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Continuous synthesis of drug-loaded nanoparticles using microchannel emulsification and numerical modeling: effect of passive mixing

Authors Ortiz de Solorzano I, Uson L, Larrea A, Miana M, Sebastian V, Arruebo M

Received 19 March 2016

Accepted for publication 30 April 2016

Published 25 July 2016 Volume 2016:11 Pages 3397—3416

DOI https://doi.org/10.2147/IJN.S108812

Checked for plagiarism Yes

Review by Single-blind

Peer reviewers approved by Dr Yashdeep Phanse

Peer reviewer comments 2

Editor who approved publication: Dr Thomas J Webster

Video abstract presented by Isabel Ortiz de Solorzano.

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Isabel Ortiz de Solorzano,1,2,* Laura Uson,1,2,* Ane Larrea,1,2,* Mario Miana,3 Victor Sebastian,1,2 Manuel Arruebo1,2

1Department of Chemical Engineering and Environmental Technologies, Institute of Nanoscience of Aragon (INA), University of Zaragoza, 2CIBER de Bioingeniería, Biomateriales y Nanomedicina (CIBER-BBN), Centro de Investigación Biomédica en Red, Madrid, 3ITAINNOVA, Instituto Tecnológico de Aragón, Materials & Components, Zaragoza, Spain

*These authors contributed equally to this work


Abstract: By using interdigital microfluidic reactors, monodisperse poly(d,l lactic-co-glycolic acid) nanoparticles (NPs) can be produced in a continuous manner and at a large scale (~10 g/h). An optimized synthesis protocol was obtained by selecting the appropriated passive mixer and fluid flow conditions to produce monodisperse NPs. A reduced NP polydispersity was obtained when using the microfluidic platform compared with the one obtained with NPs produced in a conventional discontinuous batch reactor. Cyclosporin, an immunosuppressant drug, was used as a model to validate the efficiency of the microfluidic platform to produce drug-loaded monodisperse poly(d,l lactic-co-glycolic acid) NPs. The influence of the mixer geometries and temperatures were analyzed, and the experimental results were corroborated by using computational fluid dynamic three-dimensional simulations. Flow patterns, mixing times, and mixing efficiencies were calculated, and the model supported with experimental results. The progress of mixing in the interdigital mixer was quantified by using the volume fractions of the organic and aqueous phases used during the emulsification–evaporation process. The developed model and methods were applied to determine the required time for achieving a complete mixing in each microreactor at different fluid flow conditions, temperatures, and mixing rates.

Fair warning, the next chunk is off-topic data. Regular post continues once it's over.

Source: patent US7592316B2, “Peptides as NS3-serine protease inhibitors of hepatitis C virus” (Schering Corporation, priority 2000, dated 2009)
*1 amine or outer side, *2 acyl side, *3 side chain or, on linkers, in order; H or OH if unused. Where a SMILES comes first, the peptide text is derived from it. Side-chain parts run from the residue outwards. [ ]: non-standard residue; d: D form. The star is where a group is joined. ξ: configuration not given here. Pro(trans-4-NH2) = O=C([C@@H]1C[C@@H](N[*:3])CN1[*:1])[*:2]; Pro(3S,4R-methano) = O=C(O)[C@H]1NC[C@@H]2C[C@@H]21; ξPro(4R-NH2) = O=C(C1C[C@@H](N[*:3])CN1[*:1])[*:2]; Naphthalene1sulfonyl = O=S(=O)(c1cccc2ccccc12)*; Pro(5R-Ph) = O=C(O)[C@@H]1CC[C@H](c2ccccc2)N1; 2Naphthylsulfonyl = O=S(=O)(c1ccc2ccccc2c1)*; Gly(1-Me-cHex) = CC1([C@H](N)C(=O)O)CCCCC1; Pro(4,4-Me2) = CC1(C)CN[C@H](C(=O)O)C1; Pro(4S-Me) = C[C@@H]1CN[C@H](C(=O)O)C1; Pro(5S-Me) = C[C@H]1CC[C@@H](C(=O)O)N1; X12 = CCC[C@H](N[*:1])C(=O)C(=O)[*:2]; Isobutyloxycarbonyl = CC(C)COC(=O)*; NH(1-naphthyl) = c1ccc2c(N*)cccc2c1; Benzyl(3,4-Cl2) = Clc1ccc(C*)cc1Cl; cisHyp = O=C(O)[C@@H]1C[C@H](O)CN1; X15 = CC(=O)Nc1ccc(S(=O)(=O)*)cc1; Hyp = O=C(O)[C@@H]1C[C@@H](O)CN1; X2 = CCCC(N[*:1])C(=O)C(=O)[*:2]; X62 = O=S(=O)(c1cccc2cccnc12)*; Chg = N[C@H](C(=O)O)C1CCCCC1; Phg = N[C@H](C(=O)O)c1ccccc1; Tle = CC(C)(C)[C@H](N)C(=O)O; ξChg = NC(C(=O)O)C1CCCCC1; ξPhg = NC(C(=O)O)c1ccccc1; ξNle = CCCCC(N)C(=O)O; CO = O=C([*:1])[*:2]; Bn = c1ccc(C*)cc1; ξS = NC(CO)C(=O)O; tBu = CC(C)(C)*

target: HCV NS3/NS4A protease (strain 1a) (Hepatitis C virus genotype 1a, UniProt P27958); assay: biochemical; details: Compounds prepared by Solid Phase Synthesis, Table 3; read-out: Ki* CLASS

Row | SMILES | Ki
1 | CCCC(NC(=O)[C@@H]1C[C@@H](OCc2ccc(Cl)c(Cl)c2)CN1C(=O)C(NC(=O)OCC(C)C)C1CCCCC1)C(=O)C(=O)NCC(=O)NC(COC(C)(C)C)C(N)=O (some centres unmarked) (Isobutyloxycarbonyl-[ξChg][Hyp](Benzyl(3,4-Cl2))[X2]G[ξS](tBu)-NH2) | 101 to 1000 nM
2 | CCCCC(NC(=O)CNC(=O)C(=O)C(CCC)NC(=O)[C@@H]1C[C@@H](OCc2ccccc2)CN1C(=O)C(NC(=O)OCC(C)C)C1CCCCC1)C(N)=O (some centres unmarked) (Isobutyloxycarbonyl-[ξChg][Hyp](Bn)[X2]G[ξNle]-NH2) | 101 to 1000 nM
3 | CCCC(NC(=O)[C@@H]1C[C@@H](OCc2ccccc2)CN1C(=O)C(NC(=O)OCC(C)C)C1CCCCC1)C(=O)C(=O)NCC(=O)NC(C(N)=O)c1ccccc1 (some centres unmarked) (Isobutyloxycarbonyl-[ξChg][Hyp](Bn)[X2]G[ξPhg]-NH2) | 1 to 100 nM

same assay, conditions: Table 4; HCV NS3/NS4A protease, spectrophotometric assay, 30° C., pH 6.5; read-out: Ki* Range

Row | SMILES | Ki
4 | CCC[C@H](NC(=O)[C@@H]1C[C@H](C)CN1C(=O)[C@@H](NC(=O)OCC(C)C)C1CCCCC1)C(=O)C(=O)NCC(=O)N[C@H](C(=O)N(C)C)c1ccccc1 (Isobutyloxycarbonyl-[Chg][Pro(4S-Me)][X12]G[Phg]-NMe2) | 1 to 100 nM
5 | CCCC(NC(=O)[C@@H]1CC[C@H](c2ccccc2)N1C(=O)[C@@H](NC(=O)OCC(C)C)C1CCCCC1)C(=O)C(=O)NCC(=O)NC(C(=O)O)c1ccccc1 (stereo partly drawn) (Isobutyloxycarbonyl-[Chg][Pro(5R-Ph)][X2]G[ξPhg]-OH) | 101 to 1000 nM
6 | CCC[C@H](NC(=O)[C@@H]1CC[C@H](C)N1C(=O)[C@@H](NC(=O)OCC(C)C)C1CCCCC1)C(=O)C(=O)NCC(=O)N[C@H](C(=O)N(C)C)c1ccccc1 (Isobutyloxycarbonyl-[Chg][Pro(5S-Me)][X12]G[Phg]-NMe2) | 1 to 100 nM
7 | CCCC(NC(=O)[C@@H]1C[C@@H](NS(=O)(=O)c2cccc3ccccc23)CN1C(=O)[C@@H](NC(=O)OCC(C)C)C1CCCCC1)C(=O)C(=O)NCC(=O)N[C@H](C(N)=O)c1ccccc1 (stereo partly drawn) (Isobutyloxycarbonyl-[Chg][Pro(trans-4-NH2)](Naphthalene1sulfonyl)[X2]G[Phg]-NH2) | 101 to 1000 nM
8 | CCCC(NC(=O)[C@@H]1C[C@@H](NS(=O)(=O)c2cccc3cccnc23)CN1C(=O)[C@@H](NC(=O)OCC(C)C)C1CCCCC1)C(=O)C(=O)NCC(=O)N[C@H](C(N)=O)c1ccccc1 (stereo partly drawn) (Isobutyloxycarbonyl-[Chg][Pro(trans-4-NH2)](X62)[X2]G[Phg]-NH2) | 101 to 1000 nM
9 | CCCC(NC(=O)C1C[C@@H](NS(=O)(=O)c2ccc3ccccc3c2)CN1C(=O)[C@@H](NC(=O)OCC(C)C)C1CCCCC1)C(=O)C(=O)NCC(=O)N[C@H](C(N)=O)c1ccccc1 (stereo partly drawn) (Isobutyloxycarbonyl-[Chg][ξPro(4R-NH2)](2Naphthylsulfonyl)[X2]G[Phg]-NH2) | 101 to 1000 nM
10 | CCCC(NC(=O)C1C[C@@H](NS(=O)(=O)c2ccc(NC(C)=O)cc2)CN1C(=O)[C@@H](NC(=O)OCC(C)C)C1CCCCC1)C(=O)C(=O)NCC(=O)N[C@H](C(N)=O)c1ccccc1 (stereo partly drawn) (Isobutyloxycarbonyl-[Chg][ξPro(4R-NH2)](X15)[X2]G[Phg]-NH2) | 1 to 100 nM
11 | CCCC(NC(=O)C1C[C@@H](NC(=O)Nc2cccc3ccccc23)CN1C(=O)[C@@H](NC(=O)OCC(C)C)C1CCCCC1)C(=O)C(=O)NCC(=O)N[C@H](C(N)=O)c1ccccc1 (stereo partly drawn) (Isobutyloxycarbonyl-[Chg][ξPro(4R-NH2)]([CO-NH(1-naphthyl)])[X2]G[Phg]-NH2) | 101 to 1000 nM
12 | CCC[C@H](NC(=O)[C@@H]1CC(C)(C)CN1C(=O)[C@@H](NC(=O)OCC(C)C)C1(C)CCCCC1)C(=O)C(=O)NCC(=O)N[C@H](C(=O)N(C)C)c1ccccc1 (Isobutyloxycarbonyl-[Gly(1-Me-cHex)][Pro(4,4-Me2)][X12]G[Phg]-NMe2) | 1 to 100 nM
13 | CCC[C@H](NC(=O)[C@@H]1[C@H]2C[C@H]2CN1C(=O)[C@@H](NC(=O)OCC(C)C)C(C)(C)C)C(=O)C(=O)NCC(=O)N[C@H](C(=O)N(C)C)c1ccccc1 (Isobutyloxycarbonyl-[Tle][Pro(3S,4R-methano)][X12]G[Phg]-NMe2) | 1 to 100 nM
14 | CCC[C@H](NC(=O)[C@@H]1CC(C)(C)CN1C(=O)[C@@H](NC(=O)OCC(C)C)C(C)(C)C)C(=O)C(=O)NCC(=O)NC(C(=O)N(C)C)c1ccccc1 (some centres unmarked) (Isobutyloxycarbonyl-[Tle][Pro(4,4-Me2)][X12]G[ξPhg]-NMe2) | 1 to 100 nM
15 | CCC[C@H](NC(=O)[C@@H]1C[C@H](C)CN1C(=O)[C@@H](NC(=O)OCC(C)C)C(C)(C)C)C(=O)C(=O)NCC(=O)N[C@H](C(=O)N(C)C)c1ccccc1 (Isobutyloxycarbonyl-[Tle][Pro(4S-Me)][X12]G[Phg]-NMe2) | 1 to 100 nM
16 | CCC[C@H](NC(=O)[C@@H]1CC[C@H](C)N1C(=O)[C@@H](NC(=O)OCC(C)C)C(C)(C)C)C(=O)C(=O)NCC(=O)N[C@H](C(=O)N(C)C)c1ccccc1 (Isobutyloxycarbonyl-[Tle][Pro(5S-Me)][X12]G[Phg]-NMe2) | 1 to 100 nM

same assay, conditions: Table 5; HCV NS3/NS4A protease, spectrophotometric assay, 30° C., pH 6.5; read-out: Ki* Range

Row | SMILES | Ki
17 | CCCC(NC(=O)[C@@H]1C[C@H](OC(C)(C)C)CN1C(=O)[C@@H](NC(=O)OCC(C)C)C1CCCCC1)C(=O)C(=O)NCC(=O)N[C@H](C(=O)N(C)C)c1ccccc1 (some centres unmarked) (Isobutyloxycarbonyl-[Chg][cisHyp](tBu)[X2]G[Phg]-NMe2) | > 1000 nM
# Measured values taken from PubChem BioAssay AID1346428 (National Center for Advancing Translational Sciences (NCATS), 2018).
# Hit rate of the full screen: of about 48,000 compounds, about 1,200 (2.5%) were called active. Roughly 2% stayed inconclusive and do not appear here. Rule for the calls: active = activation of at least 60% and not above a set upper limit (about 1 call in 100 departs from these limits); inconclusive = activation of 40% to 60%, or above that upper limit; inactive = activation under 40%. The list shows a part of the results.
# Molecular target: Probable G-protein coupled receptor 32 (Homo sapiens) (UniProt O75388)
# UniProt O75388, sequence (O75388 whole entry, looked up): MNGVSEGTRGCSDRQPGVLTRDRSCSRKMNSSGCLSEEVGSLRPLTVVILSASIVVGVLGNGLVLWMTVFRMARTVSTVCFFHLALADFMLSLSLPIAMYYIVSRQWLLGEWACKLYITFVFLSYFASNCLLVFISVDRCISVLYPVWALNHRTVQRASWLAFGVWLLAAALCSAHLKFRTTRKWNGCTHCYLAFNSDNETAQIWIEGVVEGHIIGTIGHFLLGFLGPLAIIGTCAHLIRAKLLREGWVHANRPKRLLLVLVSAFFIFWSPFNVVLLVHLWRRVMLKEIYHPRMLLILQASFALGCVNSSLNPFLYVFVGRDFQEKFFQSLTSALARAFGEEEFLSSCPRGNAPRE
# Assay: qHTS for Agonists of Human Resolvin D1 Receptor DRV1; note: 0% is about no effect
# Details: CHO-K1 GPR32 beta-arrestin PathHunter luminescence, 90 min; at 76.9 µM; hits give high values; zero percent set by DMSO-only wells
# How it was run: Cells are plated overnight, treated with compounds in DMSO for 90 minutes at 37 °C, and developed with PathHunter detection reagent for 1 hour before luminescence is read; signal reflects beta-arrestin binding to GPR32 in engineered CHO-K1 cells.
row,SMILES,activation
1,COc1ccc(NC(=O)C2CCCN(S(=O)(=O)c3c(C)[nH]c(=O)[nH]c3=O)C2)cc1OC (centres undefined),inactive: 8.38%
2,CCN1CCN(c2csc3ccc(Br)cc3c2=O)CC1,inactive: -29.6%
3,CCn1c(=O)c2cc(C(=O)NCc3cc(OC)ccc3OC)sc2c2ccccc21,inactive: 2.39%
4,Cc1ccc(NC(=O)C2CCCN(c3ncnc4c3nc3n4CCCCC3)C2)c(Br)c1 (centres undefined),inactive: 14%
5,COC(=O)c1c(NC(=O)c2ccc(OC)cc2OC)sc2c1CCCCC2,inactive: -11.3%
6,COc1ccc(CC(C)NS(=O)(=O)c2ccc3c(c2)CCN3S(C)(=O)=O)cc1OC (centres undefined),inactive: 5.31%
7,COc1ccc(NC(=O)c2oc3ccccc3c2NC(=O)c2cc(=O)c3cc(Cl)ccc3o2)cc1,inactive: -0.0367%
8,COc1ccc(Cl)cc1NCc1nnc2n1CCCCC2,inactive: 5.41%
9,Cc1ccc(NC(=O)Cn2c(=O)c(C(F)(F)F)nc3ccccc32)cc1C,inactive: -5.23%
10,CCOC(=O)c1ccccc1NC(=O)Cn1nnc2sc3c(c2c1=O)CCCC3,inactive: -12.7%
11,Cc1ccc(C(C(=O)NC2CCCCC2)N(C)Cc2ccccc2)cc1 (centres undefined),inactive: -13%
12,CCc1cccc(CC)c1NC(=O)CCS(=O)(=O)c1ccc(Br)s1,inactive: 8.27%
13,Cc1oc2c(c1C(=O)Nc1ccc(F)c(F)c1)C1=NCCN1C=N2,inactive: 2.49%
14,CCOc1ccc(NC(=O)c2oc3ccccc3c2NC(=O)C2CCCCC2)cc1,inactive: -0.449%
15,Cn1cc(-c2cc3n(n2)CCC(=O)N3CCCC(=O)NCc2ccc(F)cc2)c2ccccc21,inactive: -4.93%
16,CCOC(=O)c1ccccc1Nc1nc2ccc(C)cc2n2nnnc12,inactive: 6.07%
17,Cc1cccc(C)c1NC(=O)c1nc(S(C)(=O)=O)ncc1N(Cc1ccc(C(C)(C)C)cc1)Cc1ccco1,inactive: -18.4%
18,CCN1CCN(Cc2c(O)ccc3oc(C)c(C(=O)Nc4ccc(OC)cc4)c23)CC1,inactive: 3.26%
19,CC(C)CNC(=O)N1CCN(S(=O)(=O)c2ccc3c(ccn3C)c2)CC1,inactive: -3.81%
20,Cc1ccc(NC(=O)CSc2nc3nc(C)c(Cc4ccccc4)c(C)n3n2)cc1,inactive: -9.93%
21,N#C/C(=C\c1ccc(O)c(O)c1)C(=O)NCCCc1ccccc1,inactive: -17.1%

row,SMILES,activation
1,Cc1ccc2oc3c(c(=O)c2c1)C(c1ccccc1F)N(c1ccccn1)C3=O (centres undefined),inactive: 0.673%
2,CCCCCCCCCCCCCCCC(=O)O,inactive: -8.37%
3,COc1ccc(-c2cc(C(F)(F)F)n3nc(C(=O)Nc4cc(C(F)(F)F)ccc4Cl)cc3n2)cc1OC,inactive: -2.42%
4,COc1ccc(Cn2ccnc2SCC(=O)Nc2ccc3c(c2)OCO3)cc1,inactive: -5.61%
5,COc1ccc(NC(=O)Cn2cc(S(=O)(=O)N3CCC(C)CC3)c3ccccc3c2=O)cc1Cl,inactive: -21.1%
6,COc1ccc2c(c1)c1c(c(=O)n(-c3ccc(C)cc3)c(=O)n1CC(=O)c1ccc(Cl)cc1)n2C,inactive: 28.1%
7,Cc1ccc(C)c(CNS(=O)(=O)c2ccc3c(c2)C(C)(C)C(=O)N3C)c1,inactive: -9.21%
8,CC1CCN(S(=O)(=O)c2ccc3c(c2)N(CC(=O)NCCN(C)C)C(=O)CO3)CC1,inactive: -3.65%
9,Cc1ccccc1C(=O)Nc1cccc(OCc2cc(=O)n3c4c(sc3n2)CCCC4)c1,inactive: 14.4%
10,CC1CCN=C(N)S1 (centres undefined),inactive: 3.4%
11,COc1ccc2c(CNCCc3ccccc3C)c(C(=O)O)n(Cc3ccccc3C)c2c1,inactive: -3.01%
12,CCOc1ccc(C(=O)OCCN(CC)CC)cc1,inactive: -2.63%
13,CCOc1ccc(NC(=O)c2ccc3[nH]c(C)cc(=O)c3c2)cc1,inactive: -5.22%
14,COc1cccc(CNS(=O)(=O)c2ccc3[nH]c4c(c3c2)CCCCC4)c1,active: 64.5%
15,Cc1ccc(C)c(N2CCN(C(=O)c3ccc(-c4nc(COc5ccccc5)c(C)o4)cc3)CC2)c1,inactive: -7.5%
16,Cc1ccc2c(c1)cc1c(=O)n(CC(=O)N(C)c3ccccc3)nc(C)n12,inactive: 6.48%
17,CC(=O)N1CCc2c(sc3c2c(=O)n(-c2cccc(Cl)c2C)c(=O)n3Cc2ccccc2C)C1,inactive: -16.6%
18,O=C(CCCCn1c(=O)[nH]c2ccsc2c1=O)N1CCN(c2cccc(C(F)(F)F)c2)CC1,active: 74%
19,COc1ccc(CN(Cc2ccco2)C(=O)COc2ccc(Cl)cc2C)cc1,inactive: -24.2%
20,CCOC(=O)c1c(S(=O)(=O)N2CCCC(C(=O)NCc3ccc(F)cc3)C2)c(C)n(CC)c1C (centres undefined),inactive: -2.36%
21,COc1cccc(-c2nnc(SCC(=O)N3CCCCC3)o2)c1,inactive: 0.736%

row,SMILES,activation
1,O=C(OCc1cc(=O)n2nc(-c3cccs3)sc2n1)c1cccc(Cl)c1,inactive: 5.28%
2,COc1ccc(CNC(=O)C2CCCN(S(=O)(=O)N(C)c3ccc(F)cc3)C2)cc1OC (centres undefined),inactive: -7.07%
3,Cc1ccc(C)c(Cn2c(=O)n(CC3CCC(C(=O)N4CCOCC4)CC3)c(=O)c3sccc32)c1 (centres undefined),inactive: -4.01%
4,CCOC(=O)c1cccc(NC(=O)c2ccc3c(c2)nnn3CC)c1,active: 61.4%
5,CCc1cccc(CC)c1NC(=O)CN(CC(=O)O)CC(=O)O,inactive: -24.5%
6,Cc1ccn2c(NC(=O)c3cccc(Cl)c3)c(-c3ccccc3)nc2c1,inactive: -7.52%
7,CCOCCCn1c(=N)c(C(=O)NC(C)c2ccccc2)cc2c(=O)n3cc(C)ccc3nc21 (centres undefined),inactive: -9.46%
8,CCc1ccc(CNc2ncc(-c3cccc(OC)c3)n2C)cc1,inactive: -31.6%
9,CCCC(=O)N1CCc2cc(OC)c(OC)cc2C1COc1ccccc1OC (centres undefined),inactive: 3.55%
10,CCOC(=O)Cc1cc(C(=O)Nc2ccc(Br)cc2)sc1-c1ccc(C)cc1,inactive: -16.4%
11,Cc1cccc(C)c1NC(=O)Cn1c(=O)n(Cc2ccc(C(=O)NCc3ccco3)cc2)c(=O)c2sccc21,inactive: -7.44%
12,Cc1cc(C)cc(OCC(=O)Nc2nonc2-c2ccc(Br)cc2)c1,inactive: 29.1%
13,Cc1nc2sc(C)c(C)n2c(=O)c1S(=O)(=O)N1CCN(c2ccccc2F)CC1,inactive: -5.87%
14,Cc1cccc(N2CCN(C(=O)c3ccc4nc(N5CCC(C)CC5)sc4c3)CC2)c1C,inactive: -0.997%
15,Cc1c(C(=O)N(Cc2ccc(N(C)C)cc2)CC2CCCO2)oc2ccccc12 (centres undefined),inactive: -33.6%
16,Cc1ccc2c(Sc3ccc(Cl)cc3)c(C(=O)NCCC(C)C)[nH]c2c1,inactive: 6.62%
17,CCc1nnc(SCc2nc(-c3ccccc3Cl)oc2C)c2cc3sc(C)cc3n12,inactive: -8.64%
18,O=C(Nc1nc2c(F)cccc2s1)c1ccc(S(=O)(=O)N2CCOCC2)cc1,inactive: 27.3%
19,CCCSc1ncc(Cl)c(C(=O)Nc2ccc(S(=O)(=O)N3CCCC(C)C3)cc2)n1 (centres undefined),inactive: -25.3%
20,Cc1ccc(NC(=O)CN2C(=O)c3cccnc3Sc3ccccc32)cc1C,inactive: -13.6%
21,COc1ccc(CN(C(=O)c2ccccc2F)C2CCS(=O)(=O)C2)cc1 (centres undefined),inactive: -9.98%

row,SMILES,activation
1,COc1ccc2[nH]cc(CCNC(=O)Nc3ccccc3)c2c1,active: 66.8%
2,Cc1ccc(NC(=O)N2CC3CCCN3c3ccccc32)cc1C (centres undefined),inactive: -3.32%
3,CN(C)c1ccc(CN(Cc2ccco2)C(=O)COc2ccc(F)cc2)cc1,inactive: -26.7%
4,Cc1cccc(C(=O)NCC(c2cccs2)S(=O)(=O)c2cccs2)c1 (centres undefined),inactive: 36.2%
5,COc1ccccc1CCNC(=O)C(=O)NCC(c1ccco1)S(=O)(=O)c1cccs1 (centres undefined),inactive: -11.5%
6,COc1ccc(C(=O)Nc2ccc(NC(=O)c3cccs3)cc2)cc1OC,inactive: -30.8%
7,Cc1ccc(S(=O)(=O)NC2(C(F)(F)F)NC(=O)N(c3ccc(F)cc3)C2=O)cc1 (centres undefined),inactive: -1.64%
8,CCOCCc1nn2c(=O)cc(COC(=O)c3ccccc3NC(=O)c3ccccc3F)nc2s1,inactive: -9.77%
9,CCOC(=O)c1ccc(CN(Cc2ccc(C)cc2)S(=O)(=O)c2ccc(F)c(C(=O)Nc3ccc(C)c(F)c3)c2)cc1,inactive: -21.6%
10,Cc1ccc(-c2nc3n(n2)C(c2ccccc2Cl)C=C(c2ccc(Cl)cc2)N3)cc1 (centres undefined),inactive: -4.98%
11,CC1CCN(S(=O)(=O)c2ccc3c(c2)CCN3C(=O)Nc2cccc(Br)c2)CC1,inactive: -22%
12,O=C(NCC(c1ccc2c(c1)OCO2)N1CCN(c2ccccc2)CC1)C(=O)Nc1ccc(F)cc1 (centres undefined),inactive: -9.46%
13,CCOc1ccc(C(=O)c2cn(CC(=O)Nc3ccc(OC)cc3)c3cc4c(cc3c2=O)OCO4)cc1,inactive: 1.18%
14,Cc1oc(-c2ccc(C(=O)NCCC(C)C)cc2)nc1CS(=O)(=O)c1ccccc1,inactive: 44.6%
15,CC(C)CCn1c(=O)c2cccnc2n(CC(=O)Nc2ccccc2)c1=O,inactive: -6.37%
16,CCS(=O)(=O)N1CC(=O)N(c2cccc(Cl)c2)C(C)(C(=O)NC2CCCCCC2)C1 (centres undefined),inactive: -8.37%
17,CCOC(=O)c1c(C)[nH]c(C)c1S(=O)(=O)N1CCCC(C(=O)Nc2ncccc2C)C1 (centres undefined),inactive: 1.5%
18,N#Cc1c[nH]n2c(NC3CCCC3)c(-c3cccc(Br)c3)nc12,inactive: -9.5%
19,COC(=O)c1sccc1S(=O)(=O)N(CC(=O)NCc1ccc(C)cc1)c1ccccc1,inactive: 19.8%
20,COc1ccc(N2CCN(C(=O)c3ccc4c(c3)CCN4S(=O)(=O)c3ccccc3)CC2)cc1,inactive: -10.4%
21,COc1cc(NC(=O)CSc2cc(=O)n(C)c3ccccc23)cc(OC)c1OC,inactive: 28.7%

Keywords: microchannel emulsification, high-throughput synthesis, drug-loaded polymer nanoparticles, passive mixing, numerical modeling

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